How to lay a golden egg

people often ask me how I create ideas for my paintings. The truth is, there's many different ways, and they all play together, until I come to a story and the actual visual picture. Often one leads to another, and each painting is a journey. So ideas come from many different roads, but where there's junctions and crossings between ideas, that's where they become more interesting.

 

 

 

 

  1. my favourite idea source, is what I call the gap. Or the void. It is the space, where you don't know or you don't understand. Something you don't know. This can be big things or very little things. I will give some examples: In China, you can see people walking backwards. Wondering why people would walk backwards (even in groups, chatting with each other) the answer is, that somehow they become younger and live longer. As if the mileometer would go down if you drive a car backwards. Going back in time. Sounds funny. So here, we have something I don't understand, and which makes me think. How would this work? How far do you have to walk backwards every day? How much could we slow down ageing, and why is not everyone doing it? Do we gain five minutes, if we walk five minutes backwards, or a whole day? If I need to walk backwards for 5 minutes to gain 5 minutes, that would be pointless, right? So I am building a bridge between what is apparently true or known, and the unknown. Children are so good in making up solutions for what they don't under stand. The mind doesn't like gaps. So it fills them up. Or it builds a bridge. In my painting “goodbye gardener” there's a boat with feet. In primary school, a friend of mine believed all ships and boats cross the ocean by walking on the seabed. The gardener in the painting is watering lotus flowers which they grow under water, it seems like a useless waste of time. Like in “Alice's adventures in wonderland” when the gardeners paint the white roses red. When I was working in an office, I often thought of this scene in Alice.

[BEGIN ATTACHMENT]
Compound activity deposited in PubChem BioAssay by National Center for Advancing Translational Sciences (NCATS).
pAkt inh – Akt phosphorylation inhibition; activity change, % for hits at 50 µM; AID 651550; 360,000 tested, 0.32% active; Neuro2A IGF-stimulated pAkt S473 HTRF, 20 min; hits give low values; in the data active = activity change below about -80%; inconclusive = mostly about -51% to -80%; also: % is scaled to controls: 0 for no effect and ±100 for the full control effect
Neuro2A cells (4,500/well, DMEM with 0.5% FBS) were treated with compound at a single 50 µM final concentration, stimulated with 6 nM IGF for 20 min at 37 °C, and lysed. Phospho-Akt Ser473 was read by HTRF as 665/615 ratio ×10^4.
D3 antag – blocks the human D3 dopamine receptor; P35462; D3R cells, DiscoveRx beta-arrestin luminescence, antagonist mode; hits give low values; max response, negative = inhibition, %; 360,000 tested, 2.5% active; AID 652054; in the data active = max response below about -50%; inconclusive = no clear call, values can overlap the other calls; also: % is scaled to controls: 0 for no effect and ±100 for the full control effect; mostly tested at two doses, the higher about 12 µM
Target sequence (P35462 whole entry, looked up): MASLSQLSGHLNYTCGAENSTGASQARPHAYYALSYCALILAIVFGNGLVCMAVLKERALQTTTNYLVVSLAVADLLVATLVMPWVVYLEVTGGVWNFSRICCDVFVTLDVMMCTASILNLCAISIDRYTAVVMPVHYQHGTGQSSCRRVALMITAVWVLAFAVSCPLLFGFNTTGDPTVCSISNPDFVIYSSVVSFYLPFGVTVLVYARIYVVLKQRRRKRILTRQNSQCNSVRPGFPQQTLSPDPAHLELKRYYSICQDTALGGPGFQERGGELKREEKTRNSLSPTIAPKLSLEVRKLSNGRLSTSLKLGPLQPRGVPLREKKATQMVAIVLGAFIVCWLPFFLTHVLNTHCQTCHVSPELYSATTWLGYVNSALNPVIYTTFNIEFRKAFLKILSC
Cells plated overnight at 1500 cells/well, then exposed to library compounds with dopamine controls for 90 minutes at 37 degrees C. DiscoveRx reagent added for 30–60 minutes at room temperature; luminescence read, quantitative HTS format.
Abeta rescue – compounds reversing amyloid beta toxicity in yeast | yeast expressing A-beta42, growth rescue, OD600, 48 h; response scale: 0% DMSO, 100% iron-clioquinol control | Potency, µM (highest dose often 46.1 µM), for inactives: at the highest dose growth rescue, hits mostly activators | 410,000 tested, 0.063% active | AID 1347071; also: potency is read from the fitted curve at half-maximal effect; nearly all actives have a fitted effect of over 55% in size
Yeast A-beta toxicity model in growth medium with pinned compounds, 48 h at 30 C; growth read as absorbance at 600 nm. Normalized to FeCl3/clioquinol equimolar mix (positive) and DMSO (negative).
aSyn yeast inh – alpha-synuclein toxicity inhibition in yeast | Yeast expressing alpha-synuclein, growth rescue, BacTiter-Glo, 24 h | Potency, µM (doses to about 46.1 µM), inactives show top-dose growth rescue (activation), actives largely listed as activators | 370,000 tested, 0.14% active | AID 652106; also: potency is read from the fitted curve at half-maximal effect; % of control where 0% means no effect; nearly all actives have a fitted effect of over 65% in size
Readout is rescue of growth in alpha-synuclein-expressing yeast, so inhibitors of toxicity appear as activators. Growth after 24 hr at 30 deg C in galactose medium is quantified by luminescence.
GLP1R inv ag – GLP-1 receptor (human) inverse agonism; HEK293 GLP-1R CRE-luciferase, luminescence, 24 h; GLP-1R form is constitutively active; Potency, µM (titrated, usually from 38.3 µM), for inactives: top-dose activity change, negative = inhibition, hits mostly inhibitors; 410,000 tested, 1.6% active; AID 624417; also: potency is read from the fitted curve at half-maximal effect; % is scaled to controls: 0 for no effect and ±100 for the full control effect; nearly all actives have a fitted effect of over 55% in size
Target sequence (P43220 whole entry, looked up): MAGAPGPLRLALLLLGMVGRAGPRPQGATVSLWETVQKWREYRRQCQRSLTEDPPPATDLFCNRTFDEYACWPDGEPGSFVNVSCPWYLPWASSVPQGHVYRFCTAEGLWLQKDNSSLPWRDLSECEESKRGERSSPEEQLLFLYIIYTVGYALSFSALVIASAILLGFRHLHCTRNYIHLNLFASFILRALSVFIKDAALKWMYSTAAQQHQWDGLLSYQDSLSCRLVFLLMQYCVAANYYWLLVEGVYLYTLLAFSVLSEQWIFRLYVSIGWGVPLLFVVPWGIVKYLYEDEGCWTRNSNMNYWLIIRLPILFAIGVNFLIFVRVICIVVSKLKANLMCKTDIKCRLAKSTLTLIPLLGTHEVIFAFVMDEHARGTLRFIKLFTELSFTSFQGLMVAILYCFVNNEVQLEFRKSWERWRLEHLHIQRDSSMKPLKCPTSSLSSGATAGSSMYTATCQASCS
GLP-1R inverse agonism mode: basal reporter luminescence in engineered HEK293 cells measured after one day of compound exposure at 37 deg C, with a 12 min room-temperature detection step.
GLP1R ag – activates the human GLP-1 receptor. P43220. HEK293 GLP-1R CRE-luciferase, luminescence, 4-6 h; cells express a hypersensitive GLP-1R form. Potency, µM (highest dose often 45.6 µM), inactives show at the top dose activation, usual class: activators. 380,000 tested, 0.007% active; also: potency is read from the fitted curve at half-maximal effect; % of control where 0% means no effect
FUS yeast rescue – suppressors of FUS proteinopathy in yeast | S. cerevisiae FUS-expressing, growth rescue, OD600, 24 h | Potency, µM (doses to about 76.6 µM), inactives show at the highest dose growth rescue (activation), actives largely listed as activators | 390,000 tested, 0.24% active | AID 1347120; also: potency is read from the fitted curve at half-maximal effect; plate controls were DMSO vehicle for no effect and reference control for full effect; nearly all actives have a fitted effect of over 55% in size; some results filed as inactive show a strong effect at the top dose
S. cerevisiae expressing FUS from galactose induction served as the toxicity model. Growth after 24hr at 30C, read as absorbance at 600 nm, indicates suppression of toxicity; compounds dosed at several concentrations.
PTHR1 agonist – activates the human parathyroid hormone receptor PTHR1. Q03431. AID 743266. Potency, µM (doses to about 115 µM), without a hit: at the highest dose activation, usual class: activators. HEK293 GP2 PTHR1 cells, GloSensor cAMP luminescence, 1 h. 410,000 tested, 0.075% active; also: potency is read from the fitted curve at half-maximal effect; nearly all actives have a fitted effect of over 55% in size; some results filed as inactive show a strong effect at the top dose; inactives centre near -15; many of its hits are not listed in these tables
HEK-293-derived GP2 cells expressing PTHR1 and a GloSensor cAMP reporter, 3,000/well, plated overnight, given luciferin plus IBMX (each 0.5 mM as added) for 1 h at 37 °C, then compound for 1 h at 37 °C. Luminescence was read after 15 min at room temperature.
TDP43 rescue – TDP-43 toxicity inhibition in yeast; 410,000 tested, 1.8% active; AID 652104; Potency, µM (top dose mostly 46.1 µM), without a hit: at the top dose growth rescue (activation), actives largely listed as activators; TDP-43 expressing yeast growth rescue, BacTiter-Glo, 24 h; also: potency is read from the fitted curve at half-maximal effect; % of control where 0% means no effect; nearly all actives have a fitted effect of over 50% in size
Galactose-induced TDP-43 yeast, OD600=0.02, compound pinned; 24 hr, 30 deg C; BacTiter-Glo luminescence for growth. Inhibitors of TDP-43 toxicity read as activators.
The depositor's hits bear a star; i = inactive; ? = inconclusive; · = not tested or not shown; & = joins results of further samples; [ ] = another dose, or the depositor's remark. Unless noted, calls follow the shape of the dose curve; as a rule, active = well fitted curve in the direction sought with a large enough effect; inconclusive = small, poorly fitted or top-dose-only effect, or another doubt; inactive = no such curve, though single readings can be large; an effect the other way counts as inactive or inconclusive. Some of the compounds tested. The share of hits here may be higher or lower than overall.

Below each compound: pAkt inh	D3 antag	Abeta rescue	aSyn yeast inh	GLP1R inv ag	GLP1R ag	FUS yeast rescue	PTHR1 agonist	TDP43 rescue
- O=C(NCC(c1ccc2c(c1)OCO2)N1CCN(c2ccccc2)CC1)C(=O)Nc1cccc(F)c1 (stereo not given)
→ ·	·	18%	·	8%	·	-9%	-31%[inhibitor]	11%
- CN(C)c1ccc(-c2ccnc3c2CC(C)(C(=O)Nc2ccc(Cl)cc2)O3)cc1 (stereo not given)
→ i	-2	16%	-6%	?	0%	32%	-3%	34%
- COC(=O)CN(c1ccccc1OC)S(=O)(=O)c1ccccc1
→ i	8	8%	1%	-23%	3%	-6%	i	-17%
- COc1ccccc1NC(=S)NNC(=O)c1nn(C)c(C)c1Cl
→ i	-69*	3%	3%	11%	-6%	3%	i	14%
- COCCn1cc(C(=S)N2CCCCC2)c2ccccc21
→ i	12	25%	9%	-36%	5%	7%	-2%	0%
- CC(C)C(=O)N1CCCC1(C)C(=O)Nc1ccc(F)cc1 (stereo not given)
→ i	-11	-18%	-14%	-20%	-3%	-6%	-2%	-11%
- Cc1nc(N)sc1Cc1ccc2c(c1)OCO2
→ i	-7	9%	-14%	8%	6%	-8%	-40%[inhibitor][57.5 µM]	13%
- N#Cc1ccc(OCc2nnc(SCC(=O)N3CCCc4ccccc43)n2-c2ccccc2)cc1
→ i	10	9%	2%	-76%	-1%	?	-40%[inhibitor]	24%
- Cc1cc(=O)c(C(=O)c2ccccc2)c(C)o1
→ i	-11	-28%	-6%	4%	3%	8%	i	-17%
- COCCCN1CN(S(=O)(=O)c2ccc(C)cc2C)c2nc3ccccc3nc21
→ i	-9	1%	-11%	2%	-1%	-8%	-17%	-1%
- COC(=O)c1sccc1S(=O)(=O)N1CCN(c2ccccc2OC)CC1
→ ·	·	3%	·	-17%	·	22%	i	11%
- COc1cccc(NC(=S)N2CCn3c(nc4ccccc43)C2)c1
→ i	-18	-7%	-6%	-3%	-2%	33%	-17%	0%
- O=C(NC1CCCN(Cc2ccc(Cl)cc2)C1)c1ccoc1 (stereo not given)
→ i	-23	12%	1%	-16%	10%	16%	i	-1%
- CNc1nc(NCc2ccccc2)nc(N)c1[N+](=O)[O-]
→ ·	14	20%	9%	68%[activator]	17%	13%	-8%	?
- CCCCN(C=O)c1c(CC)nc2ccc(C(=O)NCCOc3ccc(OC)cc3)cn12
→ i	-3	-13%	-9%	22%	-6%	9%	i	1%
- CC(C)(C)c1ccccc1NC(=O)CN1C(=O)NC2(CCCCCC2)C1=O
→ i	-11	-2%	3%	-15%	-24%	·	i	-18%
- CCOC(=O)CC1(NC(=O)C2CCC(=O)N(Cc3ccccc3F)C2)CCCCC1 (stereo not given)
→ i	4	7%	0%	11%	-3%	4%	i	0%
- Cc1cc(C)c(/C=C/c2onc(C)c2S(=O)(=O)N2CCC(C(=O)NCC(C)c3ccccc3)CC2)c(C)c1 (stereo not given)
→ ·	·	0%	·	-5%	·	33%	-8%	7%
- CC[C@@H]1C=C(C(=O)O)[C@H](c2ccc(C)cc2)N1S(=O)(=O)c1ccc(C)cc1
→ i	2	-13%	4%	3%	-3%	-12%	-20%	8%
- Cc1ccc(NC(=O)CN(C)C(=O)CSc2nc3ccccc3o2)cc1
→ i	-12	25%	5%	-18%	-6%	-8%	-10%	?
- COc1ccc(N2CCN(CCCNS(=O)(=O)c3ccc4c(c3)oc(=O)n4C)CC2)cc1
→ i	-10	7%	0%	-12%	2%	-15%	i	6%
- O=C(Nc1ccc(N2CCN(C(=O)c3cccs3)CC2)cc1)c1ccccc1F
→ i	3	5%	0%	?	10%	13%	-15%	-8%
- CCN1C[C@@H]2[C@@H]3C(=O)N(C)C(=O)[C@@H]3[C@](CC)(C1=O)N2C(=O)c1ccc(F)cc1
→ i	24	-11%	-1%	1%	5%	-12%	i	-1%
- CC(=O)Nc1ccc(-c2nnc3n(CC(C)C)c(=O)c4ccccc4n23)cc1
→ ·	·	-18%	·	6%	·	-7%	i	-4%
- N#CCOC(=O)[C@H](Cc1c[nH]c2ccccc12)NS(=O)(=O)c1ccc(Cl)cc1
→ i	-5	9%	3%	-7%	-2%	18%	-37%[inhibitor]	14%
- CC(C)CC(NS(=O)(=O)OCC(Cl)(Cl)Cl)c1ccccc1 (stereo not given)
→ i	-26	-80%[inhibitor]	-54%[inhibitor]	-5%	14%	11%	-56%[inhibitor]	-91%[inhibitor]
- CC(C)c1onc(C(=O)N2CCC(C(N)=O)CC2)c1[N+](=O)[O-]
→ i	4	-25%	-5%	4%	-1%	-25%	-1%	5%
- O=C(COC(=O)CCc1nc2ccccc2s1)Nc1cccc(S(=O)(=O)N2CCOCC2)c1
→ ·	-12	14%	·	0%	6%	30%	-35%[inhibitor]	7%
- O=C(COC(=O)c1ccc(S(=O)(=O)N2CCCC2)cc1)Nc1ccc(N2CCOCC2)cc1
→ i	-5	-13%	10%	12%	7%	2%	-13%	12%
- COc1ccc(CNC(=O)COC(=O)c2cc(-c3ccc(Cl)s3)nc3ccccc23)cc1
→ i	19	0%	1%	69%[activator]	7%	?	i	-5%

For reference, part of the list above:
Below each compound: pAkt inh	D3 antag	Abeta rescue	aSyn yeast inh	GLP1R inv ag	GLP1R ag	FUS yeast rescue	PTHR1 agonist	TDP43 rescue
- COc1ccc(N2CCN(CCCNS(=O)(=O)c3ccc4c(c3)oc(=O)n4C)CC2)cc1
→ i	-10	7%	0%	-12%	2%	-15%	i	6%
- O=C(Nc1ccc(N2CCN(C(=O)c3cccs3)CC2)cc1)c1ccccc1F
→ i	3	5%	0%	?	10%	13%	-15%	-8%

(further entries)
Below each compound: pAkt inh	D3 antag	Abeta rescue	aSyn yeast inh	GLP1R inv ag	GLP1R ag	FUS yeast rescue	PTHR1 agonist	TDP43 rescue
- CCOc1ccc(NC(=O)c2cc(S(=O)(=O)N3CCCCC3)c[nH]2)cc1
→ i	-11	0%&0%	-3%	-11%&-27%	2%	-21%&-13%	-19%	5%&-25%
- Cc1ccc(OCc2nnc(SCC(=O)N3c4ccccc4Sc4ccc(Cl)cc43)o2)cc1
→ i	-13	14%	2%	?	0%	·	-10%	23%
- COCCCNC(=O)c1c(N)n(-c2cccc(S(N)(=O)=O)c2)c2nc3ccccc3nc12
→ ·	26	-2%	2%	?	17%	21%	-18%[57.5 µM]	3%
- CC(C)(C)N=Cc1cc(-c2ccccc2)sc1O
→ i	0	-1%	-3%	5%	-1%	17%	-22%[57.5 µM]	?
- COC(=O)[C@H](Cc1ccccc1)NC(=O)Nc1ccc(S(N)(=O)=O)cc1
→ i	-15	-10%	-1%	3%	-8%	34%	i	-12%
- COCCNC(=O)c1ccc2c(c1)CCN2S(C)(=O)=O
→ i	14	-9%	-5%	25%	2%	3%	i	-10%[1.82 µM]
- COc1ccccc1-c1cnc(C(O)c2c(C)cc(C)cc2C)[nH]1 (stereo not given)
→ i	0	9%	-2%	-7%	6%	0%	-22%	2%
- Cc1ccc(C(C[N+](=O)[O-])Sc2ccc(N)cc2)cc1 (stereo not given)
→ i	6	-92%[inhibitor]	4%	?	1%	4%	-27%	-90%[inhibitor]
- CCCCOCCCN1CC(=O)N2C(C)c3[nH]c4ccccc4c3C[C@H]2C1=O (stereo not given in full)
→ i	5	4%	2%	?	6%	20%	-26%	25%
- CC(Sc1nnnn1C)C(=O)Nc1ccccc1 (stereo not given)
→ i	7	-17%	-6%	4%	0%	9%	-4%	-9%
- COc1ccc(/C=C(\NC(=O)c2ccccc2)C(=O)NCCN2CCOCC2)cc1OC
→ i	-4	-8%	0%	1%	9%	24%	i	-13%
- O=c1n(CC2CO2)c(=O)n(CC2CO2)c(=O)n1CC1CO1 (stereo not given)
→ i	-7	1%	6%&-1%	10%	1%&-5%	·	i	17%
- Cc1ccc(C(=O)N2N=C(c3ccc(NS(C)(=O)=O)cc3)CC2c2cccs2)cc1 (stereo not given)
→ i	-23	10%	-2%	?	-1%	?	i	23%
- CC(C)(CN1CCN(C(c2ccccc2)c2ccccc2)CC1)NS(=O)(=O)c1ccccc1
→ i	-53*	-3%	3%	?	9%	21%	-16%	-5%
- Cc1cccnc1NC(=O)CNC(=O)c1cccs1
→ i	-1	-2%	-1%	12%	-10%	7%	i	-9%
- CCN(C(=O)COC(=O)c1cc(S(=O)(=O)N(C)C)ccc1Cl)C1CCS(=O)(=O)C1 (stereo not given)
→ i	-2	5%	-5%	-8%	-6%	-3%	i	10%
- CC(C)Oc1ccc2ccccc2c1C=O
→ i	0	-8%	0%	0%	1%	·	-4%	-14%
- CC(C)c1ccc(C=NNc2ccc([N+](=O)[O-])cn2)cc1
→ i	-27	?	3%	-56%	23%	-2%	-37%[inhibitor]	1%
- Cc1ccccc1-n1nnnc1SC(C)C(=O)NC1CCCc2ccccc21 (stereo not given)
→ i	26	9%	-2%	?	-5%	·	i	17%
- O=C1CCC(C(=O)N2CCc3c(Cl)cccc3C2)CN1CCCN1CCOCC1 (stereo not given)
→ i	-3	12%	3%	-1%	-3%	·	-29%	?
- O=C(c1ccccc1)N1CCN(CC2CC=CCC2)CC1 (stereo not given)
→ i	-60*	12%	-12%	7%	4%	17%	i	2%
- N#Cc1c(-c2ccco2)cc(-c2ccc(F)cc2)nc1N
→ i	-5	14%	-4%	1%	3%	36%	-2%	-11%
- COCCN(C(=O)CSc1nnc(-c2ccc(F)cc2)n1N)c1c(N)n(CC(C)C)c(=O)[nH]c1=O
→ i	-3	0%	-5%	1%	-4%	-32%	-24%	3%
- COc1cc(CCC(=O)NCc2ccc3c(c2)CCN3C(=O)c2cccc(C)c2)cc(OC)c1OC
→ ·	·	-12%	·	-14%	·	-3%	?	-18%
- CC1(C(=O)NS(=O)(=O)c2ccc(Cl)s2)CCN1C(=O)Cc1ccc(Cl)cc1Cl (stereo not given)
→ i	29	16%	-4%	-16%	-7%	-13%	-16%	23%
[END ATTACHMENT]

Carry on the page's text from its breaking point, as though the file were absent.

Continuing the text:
Other questions or sources are riddles, myths and fiction. The birthday paradox, what happened to flight MH370 or what will happen tomorrow?

     

  2. Dreams. Dreams are a great source for paintings. I dream very hard. If you don't remember your dreams, sleep more. I found also I dream more intense if it's too warm. This might not be the most recreational sleep, so make sure you get enough deep sleep, too. Once I read something about followers of Asclepius in ancient Greece went to a temple to sleep with snakes under their bed to induce a more dreamful sleep.

     

     

  3. Finding analogies to legends, fairy tales and mythology or even recent films and TV shows and songs. Who in your life would be the evil queen? Who would be the frog or Aphrodite, giving difficult tasks to Psyche, where is the black smoke monster? This is a great exercise when you are waiting for something or sitting on a bus.

     

  4. Yoga. Sometimes when your mind is stiff, it's good to move the body first. The mind will follow. Being upside down, twisting and moving your body into new directions helps to stretch your mind too. Just do it.

     

  5. Be curious. Recently I saw a painting with a dinghy and in the water were some tadpoles. The German word for tadpole is Kaulquappe, and I didn't know the word Kaul neither Quappe. So I asked the people I was with, for the words in their language. I think it's a funny word in most languages. It's a Rumpetroll in Norwegian, головастик (govolastik) in Russian or têtard in French. They all describe a tadpole in a slightly different way. In Russian I was told it means a person with a big head. In German it is a slimy and wobbly round lump. I like the person one, and going deeper into this, you can find analogy to homunculus. So now I am reading about beliefs about homunculus and alchemy. I don't know if it leads me to a new painting, but I believe it will.


Finally it's good to merge all these ideas and give them some time to breed. An then eventually you find yourself sitting on a golden egg.